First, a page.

Black Orthopaedic Surgeon Shares An Open Letter In Continuous Fight to Diversify His Field
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Black Orthopedic Surgeon Shares An Open Letter In Continuous Fight to Diversify His Field

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Even today, the grave lack of progress made to diversify the orthopedics field—American medicine’s whitest medical specialty—persists. Being a Black, brown, or Native American orthopedic surgeon can still mean being a “first” or an “only” in hospitals, residency programs, and other medical spaces.

Black mentor and orthopedic surgeon Dr. Eric Carson has dedicated his career to closing diversity gaps in his field, StatNews reports. His passion for supporting students from groups underrepresented in medicine who hope to enter his field shines through his work as a professor of orthopedic surgery at the Washington University School of Medicine in St. Louis.

In addition, he also serves as the head of the J. Robert Gladden Orthopaedic Society, where he helps drive the mission to increase diversity within the orthopedic profession. The JRGOS boasts the largest membership of Black orthopedic surgeons globally, including surgeons from every orthopedic subspecialty and many orthopedic department chairpersons and program directors.

In his brave efforts, Dr. Carson took it further by finally describing his most terrifying experience with the police during his year as a post-graduate in the Harvard University orthopedic surgery program. His intention is to highlight the impact of violence in our communities.

Published by the American Academy of Orthopaedic Surgeons, Dr. Carson shared an open letter to his colleagues in June 2020.

He writes, “such violence impedes the pathway of our students and trainees in the form of subtle suggestions of inferiority or overt attempts to silence their humanity.” Dr. Carson has experienced this all too well, having grown up in public housing in the nearby Roxbury neighborhood of Boston and enduring the hardships of the city’s court-ordered school desegregation. Although he is proud to have beaten the odds that claimed the futures of many, orthopedics still seemed out of his reach then.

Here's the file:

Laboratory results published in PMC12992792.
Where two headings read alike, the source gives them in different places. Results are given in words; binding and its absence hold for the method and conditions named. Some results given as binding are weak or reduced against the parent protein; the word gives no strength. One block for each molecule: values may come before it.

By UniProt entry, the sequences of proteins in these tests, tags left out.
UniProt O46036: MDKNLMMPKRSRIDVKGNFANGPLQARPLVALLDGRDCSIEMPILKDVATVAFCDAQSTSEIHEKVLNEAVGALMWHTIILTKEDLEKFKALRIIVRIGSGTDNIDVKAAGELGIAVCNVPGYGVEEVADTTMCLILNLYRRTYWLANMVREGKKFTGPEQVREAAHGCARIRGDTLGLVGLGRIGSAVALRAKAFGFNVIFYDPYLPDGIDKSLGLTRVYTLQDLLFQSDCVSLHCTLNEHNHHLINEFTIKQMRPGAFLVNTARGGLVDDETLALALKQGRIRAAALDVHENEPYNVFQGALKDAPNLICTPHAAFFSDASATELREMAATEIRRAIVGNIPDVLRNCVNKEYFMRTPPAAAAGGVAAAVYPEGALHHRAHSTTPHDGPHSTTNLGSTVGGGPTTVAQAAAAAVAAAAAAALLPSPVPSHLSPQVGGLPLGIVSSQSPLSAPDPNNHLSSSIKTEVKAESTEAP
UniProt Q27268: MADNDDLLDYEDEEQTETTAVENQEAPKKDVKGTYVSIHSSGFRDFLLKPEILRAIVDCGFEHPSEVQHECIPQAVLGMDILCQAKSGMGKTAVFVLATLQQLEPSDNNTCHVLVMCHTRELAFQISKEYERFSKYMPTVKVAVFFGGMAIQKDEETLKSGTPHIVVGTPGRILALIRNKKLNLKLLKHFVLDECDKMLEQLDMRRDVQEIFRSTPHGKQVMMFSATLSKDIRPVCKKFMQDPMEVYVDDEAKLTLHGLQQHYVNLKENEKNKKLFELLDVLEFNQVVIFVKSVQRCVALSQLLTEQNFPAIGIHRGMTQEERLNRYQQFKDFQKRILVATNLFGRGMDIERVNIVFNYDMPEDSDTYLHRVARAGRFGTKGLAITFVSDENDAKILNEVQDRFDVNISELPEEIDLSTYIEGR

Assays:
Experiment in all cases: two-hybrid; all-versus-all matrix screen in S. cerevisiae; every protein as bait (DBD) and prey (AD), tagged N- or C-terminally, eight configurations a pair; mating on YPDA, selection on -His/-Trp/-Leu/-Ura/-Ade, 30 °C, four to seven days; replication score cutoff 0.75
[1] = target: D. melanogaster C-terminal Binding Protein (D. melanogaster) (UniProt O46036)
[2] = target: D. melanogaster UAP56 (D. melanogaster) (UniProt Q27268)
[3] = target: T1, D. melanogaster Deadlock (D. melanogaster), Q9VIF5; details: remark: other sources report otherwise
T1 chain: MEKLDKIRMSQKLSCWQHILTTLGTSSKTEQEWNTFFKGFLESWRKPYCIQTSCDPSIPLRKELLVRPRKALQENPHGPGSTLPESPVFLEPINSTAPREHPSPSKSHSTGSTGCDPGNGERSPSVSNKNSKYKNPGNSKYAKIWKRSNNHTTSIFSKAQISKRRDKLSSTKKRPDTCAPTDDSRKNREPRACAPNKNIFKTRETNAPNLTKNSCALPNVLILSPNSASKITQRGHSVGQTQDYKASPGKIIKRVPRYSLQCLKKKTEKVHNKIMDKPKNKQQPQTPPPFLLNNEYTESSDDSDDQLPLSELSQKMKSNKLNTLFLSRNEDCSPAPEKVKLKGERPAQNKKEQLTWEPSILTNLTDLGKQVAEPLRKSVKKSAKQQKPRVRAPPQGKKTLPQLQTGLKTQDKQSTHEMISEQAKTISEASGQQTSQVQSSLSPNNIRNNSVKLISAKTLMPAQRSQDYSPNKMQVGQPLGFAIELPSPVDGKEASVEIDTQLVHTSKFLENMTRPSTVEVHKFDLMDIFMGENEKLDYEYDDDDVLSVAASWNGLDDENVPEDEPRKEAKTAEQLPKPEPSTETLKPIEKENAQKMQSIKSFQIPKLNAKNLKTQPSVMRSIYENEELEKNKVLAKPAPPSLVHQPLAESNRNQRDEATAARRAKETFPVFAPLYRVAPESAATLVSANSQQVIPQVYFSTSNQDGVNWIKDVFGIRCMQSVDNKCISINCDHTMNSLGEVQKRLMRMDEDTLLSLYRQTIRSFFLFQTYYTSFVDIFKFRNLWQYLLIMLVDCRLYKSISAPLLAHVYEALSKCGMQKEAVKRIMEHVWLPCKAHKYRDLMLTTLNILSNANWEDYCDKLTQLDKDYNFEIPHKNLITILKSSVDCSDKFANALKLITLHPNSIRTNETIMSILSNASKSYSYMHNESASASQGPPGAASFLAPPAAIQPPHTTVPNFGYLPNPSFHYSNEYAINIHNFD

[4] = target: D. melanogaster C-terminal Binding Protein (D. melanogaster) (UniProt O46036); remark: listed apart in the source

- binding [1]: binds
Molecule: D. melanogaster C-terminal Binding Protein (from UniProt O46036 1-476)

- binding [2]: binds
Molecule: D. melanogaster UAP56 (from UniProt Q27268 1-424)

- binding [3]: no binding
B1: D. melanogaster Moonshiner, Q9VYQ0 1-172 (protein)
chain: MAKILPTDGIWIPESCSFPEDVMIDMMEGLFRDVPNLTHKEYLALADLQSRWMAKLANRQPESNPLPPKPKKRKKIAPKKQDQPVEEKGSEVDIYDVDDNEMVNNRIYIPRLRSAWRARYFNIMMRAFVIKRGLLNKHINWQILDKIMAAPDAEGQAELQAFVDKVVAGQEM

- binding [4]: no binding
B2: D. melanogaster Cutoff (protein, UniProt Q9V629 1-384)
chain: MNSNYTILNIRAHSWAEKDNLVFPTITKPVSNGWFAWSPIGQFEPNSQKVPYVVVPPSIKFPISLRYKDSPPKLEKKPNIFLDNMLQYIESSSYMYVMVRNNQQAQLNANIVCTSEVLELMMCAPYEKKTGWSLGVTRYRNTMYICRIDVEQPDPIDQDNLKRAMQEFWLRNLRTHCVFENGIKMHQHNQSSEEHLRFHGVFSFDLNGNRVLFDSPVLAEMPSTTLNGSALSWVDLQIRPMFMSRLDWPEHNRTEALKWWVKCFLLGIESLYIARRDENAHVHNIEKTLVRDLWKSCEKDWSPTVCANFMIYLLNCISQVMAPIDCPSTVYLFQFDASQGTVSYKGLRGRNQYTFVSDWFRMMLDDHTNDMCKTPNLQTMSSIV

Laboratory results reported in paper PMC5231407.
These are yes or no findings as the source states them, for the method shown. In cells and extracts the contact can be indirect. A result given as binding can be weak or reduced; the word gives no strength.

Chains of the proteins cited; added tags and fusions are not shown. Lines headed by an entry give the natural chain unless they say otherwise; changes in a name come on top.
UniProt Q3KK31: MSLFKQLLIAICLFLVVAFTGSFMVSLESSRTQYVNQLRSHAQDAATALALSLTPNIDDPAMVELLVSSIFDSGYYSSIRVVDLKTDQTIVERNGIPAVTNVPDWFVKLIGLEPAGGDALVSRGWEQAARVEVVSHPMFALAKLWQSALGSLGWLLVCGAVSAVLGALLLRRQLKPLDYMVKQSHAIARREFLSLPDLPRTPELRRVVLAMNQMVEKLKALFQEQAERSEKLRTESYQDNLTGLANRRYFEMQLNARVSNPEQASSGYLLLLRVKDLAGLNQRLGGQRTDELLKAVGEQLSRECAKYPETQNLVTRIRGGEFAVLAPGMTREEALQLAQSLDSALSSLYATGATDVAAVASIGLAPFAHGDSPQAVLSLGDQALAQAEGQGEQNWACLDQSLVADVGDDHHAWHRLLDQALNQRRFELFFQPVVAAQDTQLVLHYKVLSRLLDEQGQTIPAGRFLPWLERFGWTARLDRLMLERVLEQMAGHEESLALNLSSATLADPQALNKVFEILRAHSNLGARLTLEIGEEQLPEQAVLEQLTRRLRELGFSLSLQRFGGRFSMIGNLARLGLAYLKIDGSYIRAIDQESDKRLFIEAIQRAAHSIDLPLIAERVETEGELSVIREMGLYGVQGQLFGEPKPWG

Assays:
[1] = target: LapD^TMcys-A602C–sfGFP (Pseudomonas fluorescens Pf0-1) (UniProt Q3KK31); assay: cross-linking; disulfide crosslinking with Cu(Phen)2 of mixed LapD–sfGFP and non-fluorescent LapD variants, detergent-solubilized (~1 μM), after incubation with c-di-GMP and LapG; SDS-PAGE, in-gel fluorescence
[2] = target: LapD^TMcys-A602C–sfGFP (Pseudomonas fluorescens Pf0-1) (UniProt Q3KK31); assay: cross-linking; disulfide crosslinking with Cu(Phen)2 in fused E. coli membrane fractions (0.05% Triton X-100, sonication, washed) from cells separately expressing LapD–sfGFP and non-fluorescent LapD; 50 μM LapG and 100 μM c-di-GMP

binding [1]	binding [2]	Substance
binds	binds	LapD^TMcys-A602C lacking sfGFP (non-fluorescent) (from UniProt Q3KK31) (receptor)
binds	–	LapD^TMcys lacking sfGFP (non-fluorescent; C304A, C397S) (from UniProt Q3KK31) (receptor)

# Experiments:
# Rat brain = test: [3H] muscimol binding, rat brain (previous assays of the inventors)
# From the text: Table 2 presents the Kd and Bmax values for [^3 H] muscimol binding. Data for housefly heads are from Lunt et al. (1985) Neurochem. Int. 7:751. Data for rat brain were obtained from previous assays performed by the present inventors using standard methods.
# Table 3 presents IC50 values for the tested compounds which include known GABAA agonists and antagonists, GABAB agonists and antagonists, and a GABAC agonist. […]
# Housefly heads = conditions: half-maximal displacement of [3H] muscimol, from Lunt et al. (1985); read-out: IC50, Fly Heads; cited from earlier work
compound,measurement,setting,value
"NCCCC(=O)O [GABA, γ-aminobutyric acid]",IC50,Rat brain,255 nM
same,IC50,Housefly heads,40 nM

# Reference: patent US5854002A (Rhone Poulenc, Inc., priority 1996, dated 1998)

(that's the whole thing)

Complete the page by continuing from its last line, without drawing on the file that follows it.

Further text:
In late October 1989, Dr. Carson was detained by police who were sweeping the area looking for the killer of Carol Stuart. She had been killed by her husband, Charles, who had falsely told police that a Black assailant had attacked her.

“While on my commute on foot to Brigham and Women’s Hospital at 5 a.m., I was accosted and wrestled to the ground, restrained in handcuffs face down on the pavement with a gun from a Boston policeman pointed to my head—along with 10 other young Black men that looked just like me. I stood out in my white coat and had a fully visible Harvard University ID, but it obviously meant nothing in that moment. I was eventually released to make my way to the hospital for early morning rounds, for which I was quite late. I was shaken up, and all that went through my mind was, ‘Why me?’”

Dr. Carson’s received many reactions after publishing his open letter. Although this wasn’t his first encounter with the police, the wake of the pandemic and the murder of George Floyd, it was the right moment for him.

“As the leader of the JRGOS, I propose we raise our voices, mobilize, and be part of the solution to these racial and healthcare inequities and work hand in hand with AAOS leadership to bring about the necessary change,” Dr. Carson writes.


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